Washing Your Hair Is Making Orangutans Go Completely Extinct

by John Haltiwanger

The shampoo you use, the pizza you devour late at night, your lipstick and even your favorite chocolate all likely contain palm oil — the most widely used vegetable oil on the planet.

According to the World Wildlife Fund, it's in roughly half of all the consumer products you'd find in your local supermarket.

But the high demand for palm oil is rapidly contributing to deforestation in places like Indonesia and Malaysia, which is having a devastating impact on a number of species.

In the past quarter century, the Independent reports, over 25 percent of Indonesia's forests — roughly 76 million acres — have been cleared.

Much of these forests were cleared in order to make room for palm oil plantations. It's a lucrative industry.

In 2014 alone, Indonesia produced 33.5 million tons of palm oil, which generated $18.9 billion in export revenue, according to Mongabay.

One of the animals that's been hardest hit by this trend is the Borneo orangutan.

The International Union for the Conservation of Nature (IUCN) recently designated the Borneo orangutan as critically endangered, which places it in the highest risk category the IUCN assigns.

In July, the IUCN stated,

Bornean orangutan populations are declining as the forests they live in are turned into oil palm, rubber or paper plantations, and others are killed by humans.

To put this into perspective, between 1950 and 2010, the Bornean orangutan's population fell by more than 60 percent, according to the IUCN's Red List of species.

The population is projected to decline another 22 percent by 2025.

Correspondingly, Alan Knight, chief executive of International Animal Rescue, which operates a rescue center in Borneo, told the Independent,

If the current destruction of the rainforest continues, then I have absolutely no hope that any orangutans will remain in the wild. I would probably say 10 years if we cannot stop the destruction. I think the Sumatran will go before then if they don't sort out the situation they are in. It's a real struggle and we are losing the battle.

In other words, the Borneo orangutan could be extinct by 2026.

As Kelsey Kennedy notes for Quartz, the Bornean orangutan is one of our closest relatives. With that said, it's tragic how little regard we seem to have for its wellbeing or even long-term existence.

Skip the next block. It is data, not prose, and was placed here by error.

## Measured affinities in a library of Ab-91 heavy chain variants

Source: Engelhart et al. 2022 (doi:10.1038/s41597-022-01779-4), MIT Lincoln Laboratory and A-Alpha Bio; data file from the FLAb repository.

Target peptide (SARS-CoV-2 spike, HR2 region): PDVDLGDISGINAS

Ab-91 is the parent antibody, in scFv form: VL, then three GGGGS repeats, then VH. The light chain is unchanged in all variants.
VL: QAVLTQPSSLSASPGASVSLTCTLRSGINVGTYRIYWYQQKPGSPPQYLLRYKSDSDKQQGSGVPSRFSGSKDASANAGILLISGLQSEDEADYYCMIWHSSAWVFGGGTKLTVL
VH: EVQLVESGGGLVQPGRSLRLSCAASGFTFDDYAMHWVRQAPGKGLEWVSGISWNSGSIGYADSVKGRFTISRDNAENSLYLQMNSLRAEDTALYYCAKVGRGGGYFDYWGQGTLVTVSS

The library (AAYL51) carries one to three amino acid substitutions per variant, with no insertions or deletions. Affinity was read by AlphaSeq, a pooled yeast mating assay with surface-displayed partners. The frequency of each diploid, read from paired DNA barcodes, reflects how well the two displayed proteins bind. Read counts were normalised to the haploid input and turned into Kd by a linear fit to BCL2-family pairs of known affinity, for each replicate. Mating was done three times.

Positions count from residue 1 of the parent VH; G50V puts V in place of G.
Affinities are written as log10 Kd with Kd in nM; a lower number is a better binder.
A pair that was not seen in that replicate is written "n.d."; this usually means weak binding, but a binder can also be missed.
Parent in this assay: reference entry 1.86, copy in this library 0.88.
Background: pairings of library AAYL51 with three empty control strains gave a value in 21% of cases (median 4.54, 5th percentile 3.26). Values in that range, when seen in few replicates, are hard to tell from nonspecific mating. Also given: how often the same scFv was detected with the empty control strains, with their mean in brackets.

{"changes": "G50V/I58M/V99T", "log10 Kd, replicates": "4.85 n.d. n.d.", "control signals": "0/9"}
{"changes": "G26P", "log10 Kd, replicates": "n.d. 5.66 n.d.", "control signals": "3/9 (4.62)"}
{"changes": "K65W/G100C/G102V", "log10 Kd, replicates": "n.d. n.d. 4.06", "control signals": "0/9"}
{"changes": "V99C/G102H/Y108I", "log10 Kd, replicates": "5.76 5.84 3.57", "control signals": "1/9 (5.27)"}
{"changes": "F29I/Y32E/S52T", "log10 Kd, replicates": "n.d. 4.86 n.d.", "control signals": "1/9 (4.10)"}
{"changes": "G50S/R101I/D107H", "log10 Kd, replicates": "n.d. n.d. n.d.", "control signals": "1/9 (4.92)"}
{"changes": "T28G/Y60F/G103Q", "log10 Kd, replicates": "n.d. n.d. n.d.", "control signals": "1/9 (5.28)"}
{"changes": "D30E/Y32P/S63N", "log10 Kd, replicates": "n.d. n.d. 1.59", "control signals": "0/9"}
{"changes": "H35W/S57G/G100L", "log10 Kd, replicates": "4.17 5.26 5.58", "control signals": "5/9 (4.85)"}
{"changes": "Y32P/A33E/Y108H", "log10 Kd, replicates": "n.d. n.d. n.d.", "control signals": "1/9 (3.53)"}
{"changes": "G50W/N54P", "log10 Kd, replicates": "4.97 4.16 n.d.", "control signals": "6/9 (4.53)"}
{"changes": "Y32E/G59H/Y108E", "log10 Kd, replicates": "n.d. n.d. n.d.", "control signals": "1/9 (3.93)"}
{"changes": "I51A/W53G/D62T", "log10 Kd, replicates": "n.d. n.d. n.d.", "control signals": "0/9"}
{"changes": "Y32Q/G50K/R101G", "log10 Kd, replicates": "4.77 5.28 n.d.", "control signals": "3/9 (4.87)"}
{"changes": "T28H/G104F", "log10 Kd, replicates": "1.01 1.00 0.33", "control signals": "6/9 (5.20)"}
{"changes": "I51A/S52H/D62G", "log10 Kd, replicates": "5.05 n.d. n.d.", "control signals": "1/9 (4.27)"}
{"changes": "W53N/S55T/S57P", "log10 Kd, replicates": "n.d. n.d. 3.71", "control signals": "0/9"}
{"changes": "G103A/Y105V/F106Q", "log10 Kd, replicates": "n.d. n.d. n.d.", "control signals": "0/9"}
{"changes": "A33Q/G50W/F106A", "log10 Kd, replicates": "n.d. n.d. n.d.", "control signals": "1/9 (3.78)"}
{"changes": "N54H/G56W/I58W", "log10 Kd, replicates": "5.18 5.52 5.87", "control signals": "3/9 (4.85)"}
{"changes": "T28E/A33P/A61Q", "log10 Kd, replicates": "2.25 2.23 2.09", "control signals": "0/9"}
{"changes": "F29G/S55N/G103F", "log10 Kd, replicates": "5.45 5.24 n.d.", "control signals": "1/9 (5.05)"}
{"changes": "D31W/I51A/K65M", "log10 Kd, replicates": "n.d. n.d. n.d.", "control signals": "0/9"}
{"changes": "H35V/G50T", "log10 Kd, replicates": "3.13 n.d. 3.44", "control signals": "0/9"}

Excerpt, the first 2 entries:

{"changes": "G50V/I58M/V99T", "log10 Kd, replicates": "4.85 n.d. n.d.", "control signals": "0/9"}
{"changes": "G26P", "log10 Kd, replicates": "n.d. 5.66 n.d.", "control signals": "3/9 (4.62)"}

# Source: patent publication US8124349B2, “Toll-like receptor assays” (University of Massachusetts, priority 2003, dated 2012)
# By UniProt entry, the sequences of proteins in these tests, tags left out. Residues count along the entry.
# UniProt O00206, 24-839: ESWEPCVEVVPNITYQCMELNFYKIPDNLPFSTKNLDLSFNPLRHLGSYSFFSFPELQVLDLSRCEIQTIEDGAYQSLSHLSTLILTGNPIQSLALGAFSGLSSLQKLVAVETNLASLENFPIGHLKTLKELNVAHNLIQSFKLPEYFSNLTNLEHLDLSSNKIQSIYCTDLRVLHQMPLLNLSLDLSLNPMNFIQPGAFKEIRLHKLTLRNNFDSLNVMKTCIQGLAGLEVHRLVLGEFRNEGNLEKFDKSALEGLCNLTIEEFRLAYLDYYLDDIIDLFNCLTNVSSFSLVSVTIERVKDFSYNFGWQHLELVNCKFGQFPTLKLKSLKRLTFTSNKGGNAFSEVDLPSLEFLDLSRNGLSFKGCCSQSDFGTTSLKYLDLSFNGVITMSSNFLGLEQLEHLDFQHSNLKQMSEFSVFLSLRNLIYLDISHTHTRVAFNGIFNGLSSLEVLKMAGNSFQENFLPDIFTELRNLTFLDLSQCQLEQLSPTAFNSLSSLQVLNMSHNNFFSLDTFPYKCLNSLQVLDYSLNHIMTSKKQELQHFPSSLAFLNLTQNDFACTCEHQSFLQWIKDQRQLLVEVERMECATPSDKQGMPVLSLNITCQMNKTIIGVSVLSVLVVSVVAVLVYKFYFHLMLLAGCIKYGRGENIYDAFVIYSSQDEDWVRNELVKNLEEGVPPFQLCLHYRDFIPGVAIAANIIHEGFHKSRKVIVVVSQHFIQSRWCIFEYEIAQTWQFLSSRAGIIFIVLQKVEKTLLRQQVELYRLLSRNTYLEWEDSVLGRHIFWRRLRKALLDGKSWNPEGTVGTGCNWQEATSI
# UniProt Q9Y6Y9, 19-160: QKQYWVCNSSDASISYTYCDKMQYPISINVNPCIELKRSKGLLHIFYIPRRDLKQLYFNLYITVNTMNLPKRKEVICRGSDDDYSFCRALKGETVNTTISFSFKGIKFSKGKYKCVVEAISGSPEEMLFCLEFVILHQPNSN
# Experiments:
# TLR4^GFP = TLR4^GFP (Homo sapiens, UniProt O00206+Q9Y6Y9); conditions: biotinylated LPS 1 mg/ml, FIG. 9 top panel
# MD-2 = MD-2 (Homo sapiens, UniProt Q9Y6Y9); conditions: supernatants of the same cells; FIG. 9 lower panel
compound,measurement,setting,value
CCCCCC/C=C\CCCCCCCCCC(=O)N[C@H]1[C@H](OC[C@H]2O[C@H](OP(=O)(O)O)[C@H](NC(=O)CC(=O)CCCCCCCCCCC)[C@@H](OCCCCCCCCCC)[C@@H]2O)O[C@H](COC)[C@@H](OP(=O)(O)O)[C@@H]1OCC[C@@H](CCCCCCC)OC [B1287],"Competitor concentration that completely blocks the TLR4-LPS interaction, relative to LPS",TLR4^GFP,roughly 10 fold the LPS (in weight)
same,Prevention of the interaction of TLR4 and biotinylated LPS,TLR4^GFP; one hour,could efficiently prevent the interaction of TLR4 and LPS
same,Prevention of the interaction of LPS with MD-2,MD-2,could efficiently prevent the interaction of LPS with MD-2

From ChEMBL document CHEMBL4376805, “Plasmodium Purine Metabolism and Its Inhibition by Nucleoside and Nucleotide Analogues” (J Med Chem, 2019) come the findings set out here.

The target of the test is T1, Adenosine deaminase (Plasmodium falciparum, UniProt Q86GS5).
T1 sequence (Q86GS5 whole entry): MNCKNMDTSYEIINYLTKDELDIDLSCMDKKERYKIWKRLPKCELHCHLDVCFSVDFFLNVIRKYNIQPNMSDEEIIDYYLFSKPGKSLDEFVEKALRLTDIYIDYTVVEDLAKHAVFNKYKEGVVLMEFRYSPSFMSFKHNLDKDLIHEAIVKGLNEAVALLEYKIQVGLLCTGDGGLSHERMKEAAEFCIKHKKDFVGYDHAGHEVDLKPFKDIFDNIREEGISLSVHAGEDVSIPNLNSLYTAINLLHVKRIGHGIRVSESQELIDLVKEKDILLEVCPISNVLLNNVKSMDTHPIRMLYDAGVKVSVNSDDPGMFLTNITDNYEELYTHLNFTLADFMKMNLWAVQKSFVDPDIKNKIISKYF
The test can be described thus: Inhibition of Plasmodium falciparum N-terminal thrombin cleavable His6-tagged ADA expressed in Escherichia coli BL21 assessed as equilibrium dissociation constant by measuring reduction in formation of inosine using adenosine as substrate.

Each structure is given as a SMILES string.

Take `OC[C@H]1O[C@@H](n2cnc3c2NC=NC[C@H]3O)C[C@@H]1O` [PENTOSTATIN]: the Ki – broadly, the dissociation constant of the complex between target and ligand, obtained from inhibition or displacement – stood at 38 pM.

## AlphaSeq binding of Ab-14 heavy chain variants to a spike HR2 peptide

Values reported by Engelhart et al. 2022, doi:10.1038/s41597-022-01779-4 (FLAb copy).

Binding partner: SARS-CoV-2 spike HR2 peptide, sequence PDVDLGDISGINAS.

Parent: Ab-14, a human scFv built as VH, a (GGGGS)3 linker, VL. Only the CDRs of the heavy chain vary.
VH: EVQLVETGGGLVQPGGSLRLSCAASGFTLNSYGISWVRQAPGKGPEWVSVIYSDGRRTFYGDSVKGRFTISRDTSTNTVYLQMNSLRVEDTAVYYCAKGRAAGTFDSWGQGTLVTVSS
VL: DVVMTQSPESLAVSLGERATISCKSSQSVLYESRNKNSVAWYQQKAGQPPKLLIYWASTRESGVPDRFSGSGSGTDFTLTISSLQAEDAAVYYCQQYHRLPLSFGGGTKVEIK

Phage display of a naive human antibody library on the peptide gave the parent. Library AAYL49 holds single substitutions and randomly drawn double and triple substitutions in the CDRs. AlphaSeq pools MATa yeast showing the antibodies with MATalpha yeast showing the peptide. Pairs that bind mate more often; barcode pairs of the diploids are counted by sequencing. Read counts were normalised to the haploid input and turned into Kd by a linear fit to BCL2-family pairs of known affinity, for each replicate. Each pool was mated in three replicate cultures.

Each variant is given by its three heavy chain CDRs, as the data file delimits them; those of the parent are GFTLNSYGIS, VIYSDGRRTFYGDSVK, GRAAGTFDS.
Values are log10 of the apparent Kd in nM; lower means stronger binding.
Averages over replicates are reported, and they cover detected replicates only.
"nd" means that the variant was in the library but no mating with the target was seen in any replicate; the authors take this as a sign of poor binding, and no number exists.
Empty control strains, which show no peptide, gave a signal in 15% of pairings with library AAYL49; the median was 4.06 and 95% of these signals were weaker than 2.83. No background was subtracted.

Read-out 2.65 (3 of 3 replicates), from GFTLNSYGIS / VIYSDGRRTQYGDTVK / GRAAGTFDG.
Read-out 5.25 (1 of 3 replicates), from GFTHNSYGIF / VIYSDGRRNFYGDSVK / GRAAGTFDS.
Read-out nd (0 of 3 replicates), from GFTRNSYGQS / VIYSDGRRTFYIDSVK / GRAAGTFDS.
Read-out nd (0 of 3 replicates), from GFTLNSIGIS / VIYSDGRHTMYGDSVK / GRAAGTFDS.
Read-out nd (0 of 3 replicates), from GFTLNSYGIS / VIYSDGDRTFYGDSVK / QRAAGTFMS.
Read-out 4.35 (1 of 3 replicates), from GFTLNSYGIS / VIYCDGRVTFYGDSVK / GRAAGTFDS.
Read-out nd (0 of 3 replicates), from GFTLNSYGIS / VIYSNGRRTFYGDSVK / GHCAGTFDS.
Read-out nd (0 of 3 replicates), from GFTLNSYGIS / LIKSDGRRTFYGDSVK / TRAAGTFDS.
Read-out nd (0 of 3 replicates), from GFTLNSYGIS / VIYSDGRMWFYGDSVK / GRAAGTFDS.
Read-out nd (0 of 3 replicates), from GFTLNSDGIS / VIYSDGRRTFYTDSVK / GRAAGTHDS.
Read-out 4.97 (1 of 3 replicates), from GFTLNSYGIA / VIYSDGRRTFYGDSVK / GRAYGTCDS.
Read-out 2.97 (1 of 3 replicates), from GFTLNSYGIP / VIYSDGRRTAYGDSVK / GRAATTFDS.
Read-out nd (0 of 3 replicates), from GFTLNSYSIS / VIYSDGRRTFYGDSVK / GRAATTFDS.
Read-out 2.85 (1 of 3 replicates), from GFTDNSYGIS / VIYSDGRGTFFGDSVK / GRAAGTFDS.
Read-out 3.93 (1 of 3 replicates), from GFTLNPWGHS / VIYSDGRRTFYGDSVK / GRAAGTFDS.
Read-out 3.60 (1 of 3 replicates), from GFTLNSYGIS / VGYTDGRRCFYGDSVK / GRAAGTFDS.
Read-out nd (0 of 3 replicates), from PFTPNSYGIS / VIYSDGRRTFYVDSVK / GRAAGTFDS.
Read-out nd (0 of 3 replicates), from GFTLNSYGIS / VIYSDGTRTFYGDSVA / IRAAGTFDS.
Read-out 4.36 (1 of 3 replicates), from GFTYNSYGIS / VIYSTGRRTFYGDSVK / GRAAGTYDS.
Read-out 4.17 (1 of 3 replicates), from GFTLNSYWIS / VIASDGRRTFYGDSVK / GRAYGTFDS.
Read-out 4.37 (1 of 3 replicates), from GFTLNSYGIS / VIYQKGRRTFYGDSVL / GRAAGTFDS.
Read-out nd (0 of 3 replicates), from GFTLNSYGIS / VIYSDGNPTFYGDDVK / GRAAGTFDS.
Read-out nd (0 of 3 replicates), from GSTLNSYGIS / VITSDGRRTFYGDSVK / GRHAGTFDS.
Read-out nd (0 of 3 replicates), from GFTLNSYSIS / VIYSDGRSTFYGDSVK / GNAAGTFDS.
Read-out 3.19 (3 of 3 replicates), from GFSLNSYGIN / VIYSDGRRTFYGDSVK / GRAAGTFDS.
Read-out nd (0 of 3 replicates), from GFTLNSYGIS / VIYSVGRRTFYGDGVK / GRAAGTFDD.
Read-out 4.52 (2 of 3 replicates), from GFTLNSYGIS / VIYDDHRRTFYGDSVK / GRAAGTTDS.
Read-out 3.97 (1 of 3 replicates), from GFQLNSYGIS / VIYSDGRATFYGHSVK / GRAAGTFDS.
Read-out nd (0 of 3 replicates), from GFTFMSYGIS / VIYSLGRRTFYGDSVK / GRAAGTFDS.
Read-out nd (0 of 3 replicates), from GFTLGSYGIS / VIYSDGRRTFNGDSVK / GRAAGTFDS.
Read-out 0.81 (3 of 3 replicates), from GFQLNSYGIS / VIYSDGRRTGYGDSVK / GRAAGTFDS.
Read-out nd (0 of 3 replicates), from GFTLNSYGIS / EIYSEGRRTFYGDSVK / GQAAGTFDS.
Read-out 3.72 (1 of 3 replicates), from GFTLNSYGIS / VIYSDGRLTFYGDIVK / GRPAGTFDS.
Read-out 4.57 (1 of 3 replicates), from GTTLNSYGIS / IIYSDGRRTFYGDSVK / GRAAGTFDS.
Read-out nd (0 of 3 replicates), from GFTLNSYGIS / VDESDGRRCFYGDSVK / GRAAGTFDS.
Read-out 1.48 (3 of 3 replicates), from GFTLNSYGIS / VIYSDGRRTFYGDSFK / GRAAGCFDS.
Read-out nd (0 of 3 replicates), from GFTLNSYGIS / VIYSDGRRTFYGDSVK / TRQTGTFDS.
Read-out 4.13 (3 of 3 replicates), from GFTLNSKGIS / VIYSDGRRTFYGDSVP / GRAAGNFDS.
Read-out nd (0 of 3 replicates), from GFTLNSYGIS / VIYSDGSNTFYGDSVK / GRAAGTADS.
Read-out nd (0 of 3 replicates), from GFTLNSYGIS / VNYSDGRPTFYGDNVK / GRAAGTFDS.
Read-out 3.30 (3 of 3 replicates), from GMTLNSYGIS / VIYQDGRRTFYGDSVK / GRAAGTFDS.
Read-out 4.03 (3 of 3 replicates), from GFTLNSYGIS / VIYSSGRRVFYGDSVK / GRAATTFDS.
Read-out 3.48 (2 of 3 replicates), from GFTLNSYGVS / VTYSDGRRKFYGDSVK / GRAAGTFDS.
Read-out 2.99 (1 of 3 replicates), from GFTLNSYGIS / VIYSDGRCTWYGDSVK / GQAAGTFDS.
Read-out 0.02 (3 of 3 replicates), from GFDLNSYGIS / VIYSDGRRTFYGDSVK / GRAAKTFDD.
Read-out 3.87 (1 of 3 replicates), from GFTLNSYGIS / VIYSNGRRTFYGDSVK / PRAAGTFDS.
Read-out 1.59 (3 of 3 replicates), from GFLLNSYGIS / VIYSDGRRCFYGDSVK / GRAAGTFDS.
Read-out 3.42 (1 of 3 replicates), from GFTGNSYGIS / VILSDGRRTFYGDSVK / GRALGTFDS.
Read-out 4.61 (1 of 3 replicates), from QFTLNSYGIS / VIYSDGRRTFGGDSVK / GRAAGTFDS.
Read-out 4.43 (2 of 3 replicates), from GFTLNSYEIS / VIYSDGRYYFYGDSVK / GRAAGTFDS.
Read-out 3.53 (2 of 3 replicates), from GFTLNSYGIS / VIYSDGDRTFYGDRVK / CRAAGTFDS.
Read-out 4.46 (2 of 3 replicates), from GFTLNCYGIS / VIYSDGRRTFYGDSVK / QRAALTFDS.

Deforestation linked to the palm oil industry also adds a huge amount of carbon dioxide to the atmosphere, contributing to climate change.

As Susan Callery, the manager of the Earth Science Public Engagement Office at NASA's Jet Propulsion Laboratory, explained,

In 2007, I finally scraped together the funds to travel to Borneo. [...] On my trip, I observed more incredible wildlife and natural beauty than I can possibly describe. I also saw acre after acre of once-pristine rainforests that had been transformed into barren moonscapes; rivers devoid of life and polluted by palm oil effluent and heavy metals; orphaned baby orangutans whose mothers were killed in palm oil plantations as agricultural pests. I learned that the forest home of many of these magical creatures is disappearing rapidly and suffering from the impacts of slash-and-burn agriculture. Since rain forests are the largest carbon sinks, when destroyed they release massive amounts of carbon dioxide. Deforestation is the second largest manmade source of atmospheric carbon dioxide, after fossil fuel burning.

If we want things to change, we have to work toward being more responsible in terms of our palm oil consumption.

It would be nearly impossible to completely avoid items with palm oil, given its prevalence in consumer products.

But we can make an effort to ensure items we purchase only contain palm oil ingredients that were produced sustainably.

The video below from WWF International on the Round Table on Sustainable Palm Oil the efforts to help in this regard. It's only five minutes long, and it's well worth the watch.

And click here for information from the RSPO on sustainable palm oil products.

Citations: Quartz, Independent, IUCN, NASA